Types of Arthritis
Arthritis comes in two primary forms referred to as osteoarthritis & rheumatoid arthritis. It manifests in the form of pain, swelling and stiffness of the affected joints. Osteoarthritis is the most common form of arthritis. It is also known as ‘wear and tear’ arthritis and tends to affect those over 40 years of age.
The term osteoarthritis is somewhat misleading, because its literal meaning is ‘joint inflammation’. Although there is a component of joint inflammation with this condition, the primary pathological process is progressive joint degeneration. Osteoarthritis is the degeneration of the articular cartilage of weight bearing joints, due to repeated stresses.
What a normal joint looks like
A joint is present at the articulation of two or more bones. The bony surfaces forming the joint are covered by a layer of cartilage. The cartilage allows for smooth movement of the joint surfaces. The joint is enclosed by a capsule. The capsule is lined by a synovial membrane which produces the synovial fluid. This fluid acts as a lubricant and a source of nourishment for the cartilage.
What happens to the joint with Arthritis?
During the lifespan of an individual, joints are subjected to a lot of stresses. This can cause wear and tear of the joint cartilage. When these stresses are continuous over prolonged periods, the cartilage does not get time to heal and finally breaks down. The joint surfaces are then exposed causing friction during movement. This can result in the formation of bony spurs or ‘osteophytes’. The cartilage itself does not have a nerve supply and therefore Is not a source of joint pain; however, the outer surface of bone is innervated and is thought to be a source of pain in those with joint degeneration.
In addition the synovial membrane gets thickened and is unable to produce enough synovial fluid. Thus, with age the natural lubrication of the joint is also lost. As a result the joints may become stiff. As one ages, the muscles also weaken. The muscles provide support to the surrounding joint and decrease the load which the joint is subject to.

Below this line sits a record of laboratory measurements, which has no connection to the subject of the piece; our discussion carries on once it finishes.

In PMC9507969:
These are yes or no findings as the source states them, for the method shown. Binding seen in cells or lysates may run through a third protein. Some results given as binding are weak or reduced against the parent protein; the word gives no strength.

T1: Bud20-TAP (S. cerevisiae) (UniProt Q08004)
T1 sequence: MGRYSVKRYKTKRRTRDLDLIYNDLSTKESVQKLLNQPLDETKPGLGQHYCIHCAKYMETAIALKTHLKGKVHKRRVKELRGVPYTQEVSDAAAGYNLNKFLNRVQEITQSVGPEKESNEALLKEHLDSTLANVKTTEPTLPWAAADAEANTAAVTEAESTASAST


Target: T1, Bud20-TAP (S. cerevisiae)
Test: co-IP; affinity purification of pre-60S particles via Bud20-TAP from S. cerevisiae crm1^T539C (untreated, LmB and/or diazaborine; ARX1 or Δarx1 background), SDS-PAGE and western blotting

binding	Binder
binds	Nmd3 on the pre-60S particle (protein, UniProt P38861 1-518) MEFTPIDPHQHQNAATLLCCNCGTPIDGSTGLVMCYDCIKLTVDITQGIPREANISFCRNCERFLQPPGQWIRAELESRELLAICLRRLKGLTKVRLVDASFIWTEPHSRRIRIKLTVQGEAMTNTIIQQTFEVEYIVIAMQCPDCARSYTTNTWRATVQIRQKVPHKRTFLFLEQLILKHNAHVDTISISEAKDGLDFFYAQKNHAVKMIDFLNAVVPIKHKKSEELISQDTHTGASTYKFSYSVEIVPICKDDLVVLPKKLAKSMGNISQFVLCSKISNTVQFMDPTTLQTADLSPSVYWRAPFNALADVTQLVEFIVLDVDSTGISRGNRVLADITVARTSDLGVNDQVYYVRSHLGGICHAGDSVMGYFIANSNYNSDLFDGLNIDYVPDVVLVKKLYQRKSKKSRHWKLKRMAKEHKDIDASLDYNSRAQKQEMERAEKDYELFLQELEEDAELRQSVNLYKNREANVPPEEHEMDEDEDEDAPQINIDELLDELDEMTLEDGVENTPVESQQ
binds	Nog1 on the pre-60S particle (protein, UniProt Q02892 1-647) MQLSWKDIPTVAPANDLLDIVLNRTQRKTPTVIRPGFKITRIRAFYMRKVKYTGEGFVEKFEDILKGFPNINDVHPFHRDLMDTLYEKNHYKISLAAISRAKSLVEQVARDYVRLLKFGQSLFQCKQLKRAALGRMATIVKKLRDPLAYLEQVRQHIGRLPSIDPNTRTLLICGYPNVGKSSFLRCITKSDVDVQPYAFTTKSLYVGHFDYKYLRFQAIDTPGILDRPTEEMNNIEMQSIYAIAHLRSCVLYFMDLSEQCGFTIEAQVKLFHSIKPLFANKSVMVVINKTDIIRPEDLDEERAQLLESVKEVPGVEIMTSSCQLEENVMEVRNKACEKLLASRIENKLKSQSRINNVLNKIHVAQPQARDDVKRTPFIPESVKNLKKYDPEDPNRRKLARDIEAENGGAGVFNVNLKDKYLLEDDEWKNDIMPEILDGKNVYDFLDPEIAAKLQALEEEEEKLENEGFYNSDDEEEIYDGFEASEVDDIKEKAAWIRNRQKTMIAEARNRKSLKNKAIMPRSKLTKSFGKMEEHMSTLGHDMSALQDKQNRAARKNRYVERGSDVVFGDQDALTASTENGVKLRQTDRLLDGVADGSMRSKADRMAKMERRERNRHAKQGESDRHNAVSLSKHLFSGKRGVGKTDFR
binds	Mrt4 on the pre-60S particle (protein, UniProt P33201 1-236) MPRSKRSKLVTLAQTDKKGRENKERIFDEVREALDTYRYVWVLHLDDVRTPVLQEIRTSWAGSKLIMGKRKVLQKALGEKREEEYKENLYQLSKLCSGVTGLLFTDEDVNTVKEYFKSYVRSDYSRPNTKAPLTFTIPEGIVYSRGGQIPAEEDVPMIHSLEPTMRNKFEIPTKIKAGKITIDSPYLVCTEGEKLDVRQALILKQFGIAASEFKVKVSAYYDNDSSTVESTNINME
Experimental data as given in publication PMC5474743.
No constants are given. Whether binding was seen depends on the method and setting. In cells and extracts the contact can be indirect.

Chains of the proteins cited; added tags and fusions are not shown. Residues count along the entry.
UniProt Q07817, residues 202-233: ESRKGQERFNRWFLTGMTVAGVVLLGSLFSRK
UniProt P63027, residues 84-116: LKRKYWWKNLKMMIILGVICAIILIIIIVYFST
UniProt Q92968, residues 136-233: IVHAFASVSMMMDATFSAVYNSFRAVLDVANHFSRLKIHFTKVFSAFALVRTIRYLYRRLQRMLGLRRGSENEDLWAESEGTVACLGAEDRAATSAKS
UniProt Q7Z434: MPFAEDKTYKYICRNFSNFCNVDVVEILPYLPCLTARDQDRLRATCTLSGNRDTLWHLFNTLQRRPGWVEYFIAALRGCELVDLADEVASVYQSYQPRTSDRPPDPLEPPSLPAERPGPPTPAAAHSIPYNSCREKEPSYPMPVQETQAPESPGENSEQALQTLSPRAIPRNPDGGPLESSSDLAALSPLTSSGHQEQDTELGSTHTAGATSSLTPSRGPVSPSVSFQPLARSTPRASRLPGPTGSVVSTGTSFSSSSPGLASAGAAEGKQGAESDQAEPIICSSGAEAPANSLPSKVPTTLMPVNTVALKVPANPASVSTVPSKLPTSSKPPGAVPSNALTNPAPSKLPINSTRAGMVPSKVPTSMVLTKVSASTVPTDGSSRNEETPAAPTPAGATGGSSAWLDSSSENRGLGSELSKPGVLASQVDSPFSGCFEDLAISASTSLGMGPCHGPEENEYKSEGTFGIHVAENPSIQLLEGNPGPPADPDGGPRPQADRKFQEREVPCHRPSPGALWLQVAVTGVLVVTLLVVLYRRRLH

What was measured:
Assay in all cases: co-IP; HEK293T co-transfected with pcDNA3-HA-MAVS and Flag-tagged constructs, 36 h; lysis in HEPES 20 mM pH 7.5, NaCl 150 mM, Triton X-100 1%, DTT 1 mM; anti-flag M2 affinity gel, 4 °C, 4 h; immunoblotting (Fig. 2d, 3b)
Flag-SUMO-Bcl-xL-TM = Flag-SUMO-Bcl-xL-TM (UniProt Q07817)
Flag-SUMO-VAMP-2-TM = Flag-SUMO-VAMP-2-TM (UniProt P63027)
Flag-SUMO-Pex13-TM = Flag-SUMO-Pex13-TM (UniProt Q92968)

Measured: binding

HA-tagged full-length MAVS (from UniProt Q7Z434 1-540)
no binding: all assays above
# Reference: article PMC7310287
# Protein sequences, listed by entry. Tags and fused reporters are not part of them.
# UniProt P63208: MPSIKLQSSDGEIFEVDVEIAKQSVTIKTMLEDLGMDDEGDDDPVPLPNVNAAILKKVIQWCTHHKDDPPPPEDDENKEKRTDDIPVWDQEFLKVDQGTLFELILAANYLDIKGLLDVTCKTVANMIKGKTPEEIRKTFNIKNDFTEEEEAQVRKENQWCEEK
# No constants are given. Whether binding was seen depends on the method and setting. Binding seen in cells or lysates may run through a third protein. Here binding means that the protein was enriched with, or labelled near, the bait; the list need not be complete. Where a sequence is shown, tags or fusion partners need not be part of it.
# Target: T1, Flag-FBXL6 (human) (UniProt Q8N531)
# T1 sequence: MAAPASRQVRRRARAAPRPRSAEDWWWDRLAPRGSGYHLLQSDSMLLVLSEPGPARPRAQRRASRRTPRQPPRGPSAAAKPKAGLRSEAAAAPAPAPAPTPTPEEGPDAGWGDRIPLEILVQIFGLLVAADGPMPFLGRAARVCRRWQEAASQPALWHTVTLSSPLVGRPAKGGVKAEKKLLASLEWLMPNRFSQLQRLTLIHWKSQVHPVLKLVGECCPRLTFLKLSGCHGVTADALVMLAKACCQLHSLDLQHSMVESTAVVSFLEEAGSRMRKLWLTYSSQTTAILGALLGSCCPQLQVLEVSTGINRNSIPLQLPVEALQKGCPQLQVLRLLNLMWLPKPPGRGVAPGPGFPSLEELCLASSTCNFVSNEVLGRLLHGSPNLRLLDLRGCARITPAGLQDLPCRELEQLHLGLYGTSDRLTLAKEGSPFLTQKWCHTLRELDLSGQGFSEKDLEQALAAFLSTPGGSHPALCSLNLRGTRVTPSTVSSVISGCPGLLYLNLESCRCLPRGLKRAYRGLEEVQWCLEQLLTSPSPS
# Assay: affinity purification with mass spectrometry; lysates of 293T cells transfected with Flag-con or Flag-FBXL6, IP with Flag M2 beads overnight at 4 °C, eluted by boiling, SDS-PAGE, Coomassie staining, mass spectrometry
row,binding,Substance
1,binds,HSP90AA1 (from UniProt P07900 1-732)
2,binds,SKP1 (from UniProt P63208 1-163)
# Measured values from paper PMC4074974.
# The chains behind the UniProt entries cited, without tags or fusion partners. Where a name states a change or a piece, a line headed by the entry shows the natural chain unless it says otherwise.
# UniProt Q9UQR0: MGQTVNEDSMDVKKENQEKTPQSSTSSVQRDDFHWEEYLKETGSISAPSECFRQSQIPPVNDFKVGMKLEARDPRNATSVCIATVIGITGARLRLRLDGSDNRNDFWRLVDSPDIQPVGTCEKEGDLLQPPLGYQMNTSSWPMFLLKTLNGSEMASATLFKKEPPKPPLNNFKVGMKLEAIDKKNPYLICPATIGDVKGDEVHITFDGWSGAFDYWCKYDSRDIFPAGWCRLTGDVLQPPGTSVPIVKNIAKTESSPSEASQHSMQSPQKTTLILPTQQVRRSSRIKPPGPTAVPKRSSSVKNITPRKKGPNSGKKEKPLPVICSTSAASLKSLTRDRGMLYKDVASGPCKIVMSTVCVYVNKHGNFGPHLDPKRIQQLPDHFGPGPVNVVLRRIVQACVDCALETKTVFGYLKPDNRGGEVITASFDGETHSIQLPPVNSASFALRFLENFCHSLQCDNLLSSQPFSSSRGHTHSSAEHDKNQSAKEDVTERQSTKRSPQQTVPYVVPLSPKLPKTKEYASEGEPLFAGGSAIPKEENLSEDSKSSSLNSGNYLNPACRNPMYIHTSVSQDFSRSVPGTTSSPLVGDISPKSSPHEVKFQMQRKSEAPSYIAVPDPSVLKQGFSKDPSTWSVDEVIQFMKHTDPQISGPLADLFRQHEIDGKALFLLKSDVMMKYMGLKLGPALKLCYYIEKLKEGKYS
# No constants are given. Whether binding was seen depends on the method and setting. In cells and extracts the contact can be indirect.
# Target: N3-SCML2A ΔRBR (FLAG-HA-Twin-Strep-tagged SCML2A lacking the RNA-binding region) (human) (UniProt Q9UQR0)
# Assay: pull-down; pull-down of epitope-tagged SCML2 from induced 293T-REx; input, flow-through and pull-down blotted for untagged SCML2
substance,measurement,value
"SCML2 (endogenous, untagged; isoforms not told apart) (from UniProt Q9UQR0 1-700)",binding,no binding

On a radiological examination, osteoarthritic joint will show:
- Loss of joint cartilage
- Bony outgrowths/Osteophytes
- Thickened joint capsule
- Reduced synovial fluid
- Narrowing of the joint space
What are the Causes of Arthritis?
- Repeated Stresses: Osteoarthritis mainly affects the cartilage of weight bearing joints such as knee, hip and spine. Although, depending on the individual’s profession other joints like hand and shoulder may also be affected.
- Age: Arthritis is commonly seen in people above the age of 45
- Gender: Women are more susceptible to developing osteoarthritis, especially after menopause.
- Genetic make-up: Some people have weak or defective cartilage which makes them prone to osteoarthritis.
- Previous injury: A prior trauma, fall or a fracture around the joint disturbs the line of force around the joint. This results in abnormal force distribution through the joint which increases the risk of osteoarthritis.
- Obesity: Increased body weight puts undue stress on the spine, hips and knees. This accelerates the arthritic changes.
- Lack of exercise: Joints require regular movement to remain healthy. Movement helps to “feed” the joint by encouraging movement of synovial fluid and nutrients into the joint which feed the cells that comprise the various joint structures.
Other considerations – Diet and Arthritis
- Research by Rolf Peterson looking at the bones of the moose of Lake Superior has shown that many suffer with arthritis. One might automatically presume that this is due to a particularly harsh environment which requires excess joint loading. As it turns out, nutritional factors in early life have been linked to the development of arthritis in the moose in later life.
- Obesity has also been linked to arthritis. Recent research has suggested a potential link between obesity and arthritis. This connection may be due to the inflammatory nature of the environment in such individual which may act as a driver of premature cartilage degeneration.
Physiotherapy treatments include acupuncture, therapeutic exercise, massage, and accessory techniques to improve joint mechanics.
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